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How to bring students into the feedback loop

Small steps can make a big difference to engaging students in their own assessment.
BY SUZANNE BOWNESS
NOV 28 2019

How to bring students into the feedback loop

Small steps can make a big difference to engaging students in their own assessment.

BY SUZANNE BOWNESS | NOV 28 2019

To any teacher, including me, who teaches part time in a college writing program, the headline “New study shows significant amount of online feedback unopened by university students,” is at once alluring and maddening. Probably because it confirms what we’ve long suspected. But why? And more importantly, what can we do about it?

Such is the desperation of those who spend hours of our lives providing feedback and even more hours worrying about whether students really read it and will incorporate it not only into subsequent assignments, but into their learning more generally and even into their professional lives after graduation.

Only one thing to do, then: consult the study’s author, Paul Mensink, assistant professor in the department of biology and the Centre for Environment and Sustainability at Western University. And perhaps follow up with other professors working on the topic of feedback and assessment. Turns out they are a disparate bunch, working mostly in faculties of education and centres for teaching and learning, and with a range of specializations, from grade school up to postsecondary. Their advice provides lots of food for thought in terms of tweaking assignments, looking for inspiration from fellow teachers and creating learning communities out of classrooms.

Carried out at Queen’s University Belfast in collaboration with biology lecturer Karen King and published in 2019 in the British Journal of Educational Technology, Dr. Mensink’s study looked at nearly 1,500 assignments submitted through a learning management system by close to 500 students. The researchers found that when students could see their marks before opening their feedback, 42 percent of feedback files were not accessed by students. They also analyzed the results from various angles including gender and academic performance. One of the bigger revelations from drilling down into the data is that male students with low grade averages were even less likely to read feedback.

Dr. Mensink says the study’s results are demoralizing, suggesting that students don’t value the feedback and faculty feel like hours of their lives have gone to waste. “It’s bad on both ends,” he says. “It creates this negative cycle.” Yet a silver lining comes in the study’s other revelation: when marks were integrated into the assignment feedback, the amount of unopened feedback files dropped to 17 percent. Even the errant males with low grades were 27 times more likely to access their feedback when the mark was integrated with comments from the instructor.

It seems like a reasonable solution to the feedback problem – if only we could make that integration happen. Dr. Mensink is equally frustrated by the fact that most learning management systems are not designed to combine marks and feedback in this way and the developers he’s approached say that modifying the pre-programmed software is nearly impossible. He even tried going rogue on his own students at Western as an experiment: he entered all zeroes in the grades section of the platform and embedded their real marks within his written comments on the system. While he succeeded in making them hunt for their grades, the stunt also caused mass panic when the zeroes temporarily dropped their averages.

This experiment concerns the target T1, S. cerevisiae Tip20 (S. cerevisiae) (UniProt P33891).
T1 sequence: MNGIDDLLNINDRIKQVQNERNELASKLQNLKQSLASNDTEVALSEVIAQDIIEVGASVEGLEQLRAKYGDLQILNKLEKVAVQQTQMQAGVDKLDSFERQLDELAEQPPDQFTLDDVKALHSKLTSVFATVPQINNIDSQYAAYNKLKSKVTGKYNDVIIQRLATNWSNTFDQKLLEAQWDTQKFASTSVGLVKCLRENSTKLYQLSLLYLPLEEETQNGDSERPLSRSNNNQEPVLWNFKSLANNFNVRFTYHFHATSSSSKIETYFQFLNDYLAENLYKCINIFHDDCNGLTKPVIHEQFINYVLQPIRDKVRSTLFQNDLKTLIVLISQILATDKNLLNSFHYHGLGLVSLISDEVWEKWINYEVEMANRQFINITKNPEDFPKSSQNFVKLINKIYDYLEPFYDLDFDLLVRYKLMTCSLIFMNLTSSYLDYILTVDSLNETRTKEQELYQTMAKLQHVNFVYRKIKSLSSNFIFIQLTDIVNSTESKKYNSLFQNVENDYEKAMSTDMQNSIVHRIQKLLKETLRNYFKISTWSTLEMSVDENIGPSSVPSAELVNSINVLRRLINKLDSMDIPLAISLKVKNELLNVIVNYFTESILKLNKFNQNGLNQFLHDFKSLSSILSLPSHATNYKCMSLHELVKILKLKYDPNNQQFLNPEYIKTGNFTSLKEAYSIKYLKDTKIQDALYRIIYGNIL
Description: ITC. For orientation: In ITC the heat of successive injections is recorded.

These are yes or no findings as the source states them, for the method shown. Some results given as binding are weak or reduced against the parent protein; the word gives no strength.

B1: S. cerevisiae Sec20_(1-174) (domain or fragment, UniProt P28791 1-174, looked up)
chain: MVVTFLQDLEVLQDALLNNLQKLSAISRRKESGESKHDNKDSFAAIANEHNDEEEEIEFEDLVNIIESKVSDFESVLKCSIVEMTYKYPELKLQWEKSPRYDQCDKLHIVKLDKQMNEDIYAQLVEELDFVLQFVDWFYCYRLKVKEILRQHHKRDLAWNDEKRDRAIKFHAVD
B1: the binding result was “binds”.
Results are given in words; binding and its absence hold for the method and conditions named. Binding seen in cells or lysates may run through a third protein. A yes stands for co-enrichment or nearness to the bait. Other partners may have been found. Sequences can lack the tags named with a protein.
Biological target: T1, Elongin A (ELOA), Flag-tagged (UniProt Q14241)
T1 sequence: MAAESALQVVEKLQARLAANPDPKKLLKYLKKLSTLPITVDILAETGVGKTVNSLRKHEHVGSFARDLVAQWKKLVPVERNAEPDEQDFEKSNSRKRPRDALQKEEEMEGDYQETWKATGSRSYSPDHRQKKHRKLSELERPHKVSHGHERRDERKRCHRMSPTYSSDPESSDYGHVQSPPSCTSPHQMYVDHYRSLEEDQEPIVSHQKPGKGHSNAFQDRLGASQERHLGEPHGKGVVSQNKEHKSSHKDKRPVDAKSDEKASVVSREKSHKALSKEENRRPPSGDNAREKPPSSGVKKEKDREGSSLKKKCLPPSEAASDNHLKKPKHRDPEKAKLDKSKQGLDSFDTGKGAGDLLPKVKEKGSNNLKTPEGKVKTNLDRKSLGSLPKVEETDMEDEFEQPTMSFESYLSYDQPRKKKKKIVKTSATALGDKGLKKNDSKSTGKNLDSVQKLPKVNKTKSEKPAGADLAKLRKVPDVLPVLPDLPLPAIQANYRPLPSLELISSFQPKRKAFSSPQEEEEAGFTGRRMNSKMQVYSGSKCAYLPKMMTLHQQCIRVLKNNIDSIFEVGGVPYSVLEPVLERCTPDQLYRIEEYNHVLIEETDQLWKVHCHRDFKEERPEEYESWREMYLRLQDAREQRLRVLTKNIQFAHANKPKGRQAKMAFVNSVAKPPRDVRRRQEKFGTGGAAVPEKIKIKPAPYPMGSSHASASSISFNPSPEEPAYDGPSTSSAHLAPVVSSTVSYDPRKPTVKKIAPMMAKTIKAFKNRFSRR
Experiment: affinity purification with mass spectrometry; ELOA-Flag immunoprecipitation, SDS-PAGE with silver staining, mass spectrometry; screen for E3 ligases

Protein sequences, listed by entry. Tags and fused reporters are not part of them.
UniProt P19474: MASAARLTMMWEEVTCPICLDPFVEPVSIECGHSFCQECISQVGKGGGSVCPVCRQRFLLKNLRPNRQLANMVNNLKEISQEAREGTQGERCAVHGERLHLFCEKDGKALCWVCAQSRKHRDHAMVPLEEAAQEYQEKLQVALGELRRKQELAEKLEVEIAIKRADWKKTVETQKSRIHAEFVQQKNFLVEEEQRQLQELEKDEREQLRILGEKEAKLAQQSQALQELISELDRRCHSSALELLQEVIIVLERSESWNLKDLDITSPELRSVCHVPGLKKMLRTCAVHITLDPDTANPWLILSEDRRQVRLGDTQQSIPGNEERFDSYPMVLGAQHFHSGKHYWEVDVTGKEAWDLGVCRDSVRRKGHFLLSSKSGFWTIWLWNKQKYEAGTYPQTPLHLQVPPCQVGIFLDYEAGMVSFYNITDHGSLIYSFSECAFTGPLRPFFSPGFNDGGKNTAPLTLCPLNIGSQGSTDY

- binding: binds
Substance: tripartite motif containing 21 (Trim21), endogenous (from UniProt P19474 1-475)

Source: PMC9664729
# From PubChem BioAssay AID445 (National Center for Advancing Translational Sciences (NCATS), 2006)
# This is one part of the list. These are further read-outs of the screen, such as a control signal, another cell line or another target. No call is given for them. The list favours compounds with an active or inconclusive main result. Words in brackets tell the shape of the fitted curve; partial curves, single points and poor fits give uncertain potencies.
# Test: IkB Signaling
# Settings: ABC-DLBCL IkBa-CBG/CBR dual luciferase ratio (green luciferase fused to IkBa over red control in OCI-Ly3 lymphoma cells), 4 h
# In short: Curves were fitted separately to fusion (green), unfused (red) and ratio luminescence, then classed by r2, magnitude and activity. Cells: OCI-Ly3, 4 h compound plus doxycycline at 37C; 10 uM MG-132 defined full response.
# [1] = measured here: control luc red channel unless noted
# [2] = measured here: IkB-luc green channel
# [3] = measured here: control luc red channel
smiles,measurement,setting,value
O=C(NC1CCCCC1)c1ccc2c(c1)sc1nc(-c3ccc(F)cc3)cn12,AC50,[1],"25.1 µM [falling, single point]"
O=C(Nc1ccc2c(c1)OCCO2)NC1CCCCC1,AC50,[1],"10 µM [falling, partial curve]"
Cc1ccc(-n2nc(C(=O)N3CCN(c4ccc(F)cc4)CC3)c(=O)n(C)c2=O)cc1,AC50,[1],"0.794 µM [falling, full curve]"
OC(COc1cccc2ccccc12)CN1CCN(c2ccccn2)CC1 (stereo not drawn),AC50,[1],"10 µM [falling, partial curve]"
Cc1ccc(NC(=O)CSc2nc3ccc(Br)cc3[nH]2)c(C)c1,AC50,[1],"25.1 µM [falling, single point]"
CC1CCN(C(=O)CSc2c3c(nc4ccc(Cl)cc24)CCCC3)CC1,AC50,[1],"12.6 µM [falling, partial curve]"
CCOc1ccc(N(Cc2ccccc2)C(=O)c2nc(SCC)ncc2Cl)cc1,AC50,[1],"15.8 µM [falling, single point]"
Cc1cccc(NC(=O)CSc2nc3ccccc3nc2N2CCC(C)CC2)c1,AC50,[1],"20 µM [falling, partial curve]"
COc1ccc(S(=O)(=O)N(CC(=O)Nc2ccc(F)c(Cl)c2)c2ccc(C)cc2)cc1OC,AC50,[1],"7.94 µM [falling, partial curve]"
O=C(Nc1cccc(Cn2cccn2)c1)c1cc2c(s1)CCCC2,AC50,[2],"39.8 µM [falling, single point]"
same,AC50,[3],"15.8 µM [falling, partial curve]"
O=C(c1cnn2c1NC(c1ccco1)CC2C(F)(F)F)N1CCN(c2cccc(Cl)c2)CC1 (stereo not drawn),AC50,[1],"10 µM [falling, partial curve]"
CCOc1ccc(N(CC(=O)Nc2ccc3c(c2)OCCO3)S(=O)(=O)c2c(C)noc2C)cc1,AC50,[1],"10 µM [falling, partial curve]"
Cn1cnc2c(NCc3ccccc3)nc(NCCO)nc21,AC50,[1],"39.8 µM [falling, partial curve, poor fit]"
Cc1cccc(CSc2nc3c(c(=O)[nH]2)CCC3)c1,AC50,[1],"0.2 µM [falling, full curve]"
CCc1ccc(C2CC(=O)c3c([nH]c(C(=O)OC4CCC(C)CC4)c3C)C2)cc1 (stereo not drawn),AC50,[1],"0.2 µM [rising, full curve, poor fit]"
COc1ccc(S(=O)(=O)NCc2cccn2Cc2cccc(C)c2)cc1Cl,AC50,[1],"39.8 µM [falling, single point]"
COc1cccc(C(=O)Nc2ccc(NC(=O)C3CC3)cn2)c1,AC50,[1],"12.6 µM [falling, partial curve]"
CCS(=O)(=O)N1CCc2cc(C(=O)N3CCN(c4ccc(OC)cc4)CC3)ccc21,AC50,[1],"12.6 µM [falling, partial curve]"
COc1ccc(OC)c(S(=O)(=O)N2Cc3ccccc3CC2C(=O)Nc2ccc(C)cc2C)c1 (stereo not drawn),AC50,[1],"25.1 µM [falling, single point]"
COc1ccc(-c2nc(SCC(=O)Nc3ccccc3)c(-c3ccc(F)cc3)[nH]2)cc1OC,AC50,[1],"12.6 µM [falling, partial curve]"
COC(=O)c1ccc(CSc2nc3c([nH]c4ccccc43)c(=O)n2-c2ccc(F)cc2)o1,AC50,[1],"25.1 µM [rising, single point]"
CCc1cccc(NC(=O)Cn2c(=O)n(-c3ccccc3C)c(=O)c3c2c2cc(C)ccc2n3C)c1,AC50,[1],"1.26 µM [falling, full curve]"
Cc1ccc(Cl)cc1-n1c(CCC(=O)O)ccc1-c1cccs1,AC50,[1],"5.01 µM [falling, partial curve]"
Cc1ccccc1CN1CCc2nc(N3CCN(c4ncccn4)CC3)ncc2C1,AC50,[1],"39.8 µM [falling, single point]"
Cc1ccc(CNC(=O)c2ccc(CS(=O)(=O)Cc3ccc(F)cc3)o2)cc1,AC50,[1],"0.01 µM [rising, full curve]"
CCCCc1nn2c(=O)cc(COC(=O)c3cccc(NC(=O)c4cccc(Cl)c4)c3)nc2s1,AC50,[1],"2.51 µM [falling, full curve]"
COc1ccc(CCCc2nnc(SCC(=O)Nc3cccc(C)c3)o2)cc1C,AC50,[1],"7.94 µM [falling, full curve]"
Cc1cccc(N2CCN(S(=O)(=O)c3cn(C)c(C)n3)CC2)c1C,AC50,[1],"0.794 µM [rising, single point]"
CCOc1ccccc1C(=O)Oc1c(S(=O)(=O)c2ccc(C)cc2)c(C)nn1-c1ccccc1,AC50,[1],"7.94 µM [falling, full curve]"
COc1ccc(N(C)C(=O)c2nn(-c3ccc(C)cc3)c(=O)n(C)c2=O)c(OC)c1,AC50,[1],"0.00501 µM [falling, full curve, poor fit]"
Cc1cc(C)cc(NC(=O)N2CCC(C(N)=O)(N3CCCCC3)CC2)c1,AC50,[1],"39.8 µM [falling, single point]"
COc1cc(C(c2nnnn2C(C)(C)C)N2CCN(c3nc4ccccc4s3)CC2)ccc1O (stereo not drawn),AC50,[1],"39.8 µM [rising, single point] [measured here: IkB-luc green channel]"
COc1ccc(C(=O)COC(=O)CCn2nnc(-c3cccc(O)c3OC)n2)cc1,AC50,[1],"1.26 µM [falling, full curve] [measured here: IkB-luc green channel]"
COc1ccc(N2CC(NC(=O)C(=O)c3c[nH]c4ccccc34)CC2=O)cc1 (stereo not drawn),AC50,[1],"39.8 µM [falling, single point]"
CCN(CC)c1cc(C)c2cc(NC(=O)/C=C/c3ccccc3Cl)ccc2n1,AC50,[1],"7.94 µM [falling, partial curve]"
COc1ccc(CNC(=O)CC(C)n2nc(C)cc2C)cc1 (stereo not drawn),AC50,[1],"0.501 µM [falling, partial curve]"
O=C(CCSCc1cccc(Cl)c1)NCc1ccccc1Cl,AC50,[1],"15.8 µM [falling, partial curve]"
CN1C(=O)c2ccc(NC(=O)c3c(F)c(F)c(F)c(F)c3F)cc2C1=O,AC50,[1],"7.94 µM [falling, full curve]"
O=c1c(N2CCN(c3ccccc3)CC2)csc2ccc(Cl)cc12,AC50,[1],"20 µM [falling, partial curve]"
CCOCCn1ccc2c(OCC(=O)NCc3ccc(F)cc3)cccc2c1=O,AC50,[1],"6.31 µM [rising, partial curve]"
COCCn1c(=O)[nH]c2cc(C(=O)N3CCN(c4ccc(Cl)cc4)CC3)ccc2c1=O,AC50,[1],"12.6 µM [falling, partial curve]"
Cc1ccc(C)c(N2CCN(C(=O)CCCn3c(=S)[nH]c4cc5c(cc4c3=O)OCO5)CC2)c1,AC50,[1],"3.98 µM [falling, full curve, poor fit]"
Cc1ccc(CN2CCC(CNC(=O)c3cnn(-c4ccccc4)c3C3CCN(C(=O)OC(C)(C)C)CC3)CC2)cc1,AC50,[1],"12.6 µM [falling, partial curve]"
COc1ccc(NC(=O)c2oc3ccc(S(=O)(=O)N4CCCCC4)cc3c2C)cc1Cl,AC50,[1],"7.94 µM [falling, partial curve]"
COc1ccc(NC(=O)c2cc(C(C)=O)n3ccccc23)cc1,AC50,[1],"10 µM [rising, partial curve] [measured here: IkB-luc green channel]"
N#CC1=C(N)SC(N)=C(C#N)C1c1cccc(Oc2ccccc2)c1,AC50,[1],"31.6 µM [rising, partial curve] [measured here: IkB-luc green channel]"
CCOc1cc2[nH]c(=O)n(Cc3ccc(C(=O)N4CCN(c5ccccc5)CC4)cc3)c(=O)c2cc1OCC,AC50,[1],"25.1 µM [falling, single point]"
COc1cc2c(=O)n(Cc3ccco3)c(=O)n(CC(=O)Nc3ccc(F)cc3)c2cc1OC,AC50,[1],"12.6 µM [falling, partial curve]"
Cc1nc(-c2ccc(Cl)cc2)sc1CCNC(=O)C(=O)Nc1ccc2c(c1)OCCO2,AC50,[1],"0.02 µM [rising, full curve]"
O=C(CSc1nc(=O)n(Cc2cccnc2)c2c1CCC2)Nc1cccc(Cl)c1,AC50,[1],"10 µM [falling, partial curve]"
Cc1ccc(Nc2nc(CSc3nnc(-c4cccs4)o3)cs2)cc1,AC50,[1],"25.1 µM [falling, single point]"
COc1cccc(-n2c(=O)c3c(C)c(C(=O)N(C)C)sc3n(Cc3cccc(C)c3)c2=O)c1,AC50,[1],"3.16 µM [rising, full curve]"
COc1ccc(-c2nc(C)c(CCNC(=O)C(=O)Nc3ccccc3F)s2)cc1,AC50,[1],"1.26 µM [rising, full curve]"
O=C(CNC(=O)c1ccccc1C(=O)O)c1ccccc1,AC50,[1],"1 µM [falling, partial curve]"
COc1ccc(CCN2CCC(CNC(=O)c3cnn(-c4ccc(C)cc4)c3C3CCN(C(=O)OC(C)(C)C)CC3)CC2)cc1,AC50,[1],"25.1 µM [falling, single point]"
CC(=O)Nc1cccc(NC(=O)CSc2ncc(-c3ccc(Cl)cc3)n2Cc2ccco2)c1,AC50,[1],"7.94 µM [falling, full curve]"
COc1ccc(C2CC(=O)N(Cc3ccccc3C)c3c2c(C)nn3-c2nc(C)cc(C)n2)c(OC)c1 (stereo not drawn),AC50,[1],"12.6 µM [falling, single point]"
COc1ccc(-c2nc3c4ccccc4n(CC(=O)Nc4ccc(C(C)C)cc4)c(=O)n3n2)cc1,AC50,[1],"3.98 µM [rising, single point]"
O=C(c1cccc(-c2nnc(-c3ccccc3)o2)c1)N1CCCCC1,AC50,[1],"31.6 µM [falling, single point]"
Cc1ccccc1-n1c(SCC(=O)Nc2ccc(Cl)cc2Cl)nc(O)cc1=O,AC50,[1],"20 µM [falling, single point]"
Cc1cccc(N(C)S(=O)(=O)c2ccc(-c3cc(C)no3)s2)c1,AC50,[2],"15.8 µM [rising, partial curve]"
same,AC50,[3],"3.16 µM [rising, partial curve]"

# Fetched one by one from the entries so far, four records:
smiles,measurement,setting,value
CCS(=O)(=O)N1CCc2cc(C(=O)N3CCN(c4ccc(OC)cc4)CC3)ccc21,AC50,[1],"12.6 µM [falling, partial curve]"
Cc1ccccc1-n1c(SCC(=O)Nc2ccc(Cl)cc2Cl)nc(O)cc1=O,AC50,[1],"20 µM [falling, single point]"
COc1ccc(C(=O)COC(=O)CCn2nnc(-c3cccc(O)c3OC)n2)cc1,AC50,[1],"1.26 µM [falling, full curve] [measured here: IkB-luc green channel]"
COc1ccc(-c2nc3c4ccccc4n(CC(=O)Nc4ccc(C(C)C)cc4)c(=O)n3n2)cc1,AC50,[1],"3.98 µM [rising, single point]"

Challenges to overcome

Perhaps the larger question for teachers then is how to revamp assessment and feedback so that it becomes irresistible. Predictably, there are challenges. For university professors, teaching is central to the job but incidental in their training. “Professors are not specialized in assessment, so they ended up doing assessment the way that it was done to them,” says Christopher DeLuca, an associate professor in the faculty of education at Queen’s University and chair of the classroom assessment group in the American Educational Research Association. While centres for teaching and learning are now integral to many campuses, they are not always a required part of the graduate student curriculum.

In contrast with the K-12 classrooms that Dr. DeLuca also studies, where students have the opportunity for “rich feedback opportunities [from teachers] on a daily basis,” most professors also only see their students once a week. And then there’s the challenge of larger class sizes at universities, and the related challenge of professors passing assessment down to teaching assistants. Dr. DeLuca says it all adds up. “Intuitively professors do want to support student learning and assessment, but these are fairly large constraints.”

Jacqueline Leighton, a registered psychologist and a professor of educational psychology at the University of Alberta who specializes in measurement and evaluation, has spent 20 years in the field and is adamant about class size as a barrier. “Though there’s a great deal of lip service paid to feedback, the structural components of postsecondary education haven’t changed to allow proper feedback delivery,” says Dr. Leighton, who also feels strongly that the assessment field needs to spend more time focusing on the motivations of the learner.